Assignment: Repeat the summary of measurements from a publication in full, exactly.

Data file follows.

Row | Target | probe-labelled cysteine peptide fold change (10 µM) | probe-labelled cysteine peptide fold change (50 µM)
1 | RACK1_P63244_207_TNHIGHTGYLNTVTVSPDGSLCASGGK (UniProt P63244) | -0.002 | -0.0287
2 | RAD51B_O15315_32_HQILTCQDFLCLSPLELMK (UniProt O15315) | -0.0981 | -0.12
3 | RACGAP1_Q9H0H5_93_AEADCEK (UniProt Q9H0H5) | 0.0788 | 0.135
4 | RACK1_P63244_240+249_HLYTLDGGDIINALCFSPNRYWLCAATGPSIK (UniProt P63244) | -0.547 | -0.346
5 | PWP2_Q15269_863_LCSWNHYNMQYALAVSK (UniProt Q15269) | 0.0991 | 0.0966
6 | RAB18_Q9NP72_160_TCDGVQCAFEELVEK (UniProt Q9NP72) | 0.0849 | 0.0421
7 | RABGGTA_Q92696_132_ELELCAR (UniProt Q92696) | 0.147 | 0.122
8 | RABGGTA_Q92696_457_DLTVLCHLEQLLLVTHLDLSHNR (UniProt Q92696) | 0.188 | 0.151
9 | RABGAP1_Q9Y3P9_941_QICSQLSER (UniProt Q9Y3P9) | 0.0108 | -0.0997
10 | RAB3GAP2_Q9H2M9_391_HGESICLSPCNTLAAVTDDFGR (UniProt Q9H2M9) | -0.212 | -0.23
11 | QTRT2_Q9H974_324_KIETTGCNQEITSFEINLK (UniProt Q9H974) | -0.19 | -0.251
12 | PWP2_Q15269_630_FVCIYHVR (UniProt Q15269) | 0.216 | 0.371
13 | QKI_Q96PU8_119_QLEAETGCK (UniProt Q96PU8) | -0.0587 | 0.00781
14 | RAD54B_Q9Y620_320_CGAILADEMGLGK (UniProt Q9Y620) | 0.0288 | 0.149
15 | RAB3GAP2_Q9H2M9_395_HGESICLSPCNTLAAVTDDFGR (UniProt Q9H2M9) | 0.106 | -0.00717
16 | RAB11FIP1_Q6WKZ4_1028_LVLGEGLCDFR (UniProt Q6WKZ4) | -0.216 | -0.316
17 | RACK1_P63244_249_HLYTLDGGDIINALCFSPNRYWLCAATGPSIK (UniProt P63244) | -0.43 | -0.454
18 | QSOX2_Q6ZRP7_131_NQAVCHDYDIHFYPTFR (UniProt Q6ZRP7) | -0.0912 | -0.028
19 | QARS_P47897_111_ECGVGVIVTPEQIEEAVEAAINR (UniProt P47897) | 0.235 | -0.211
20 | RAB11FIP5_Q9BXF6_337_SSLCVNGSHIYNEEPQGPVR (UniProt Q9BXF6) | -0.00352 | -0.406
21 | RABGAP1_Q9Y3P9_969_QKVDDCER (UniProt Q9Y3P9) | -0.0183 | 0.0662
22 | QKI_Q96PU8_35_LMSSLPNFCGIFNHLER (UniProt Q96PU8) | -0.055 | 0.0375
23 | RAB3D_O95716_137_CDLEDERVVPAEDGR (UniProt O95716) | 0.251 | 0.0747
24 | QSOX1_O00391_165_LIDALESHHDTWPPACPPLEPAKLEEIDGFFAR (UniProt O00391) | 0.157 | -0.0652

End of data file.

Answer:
Row | Target | probe-labelled cysteine peptide fold change (10 µM) | probe-labelled cysteine peptide fold change (50 µM)
1 | RACK1_P63244_207_TNHIGHTGYLNTVTVSPDGSLCASGGK (UniProt P63244) | -0.002 | -0.0287
2 | RAD51B_O15315_32_HQILTCQDFLCLSPLELMK (UniProt O15315) | -0.0981 | -0.12
3 | RACGAP1_Q9H0H5_93_AEADCEK (UniProt Q9H0H5) | 0.0788 | 0.135
4 | RACK1_P63244_240+249_HLYTLDGGDIINALCFSPNRYWLCAATGPSIK (UniProt P63244) | -0.547 | -0.346
5 | PWP2_Q15269_863_LCSWNHYNMQYALAVSK (UniProt Q15269) | 0.0991 | 0.0966
6 | RAB18_Q9NP72_160_TCDGVQCAFEELVEK (UniProt Q9NP72) | 0.0849 | 0.0421
7 | RABGGTA_Q92696_132_ELELCAR (UniProt Q92696) | 0.147 | 0.122
8 | RABGGTA_Q92696_457_DLTVLCHLEQLLLVTHLDLSHNR (UniProt Q92696) | 0.188 | 0.151
9 | RABGAP1_Q9Y3P9_941_QICSQLSER (UniProt Q9Y3P9) | 0.0108 | -0.0997
10 | RAB3GAP2_Q9H2M9_391_HGESICLSPCNTLAAVTDDFGR (UniProt Q9H2M9) | -0.212 | -0.23
11 | QTRT2_Q9H974_324_KIETTGCNQEITSFEINLK (UniProt Q9H974) | -0.19 | -0.251
12 | PWP2_Q15269_630_FVCIYHVR (UniProt Q15269) | 0.216 | 0.371
13 | QKI_Q96PU8_119_QLEAETGCK (UniProt Q96PU8) | -0.0587 | 0.00781
14 | RAD54B_Q9Y620_320_CGAILADEMGLGK (UniProt Q9Y620) | 0.0288 | 0.149
15 | RAB3GAP2_Q9H2M9_395_HGESICLSPCNTLAAVTDDFGR (UniProt Q9H2M9) | 0.106 | -0.00717
16 | RAB11FIP1_Q6WKZ4_1028_LVLGEGLCDFR (UniProt Q6WKZ4) | -0.216 | -0.316
17 | RACK1_P63244_249_HLYTLDGGDIINALCFSPNRYWLCAATGPSIK (UniProt P63244) | -0.43 | -0.454
18 | QSOX2_Q6ZRP7_131_NQAVCHDYDIHFYPTFR (UniProt Q6ZRP7) | -0.0912 | -0.028
19 | QARS_P47897_111_ECGVGVIVTPEQIEEAVEAAINR (UniProt P47897) | 0.235 | -0.211
20 | RAB11FIP5_Q9BXF6_337_SSLCVNGSHIYNEEPQGPVR (UniProt Q9BXF6) | -0.00352 | -0.406
21 | RABGAP1_Q9Y3P9_969_QKVDDCER (UniProt Q9Y3P9) | -0.0183 | 0.0662
22 | QKI_Q96PU8_35_LMSSLPNFCGIFNHLER (UniProt Q96PU8) | -0.055 | 0.0375
23 | RAB3D_O95716_137_CDLEDERVVPAEDGR (UniProt O95716) | 0.251 | 0.0747
24 | QSOX1_O00391_165_LIDALESHHDTWPPACPPLEPAKLEEIDGFFAR (UniProt O00391) | 0.157 | -0.0652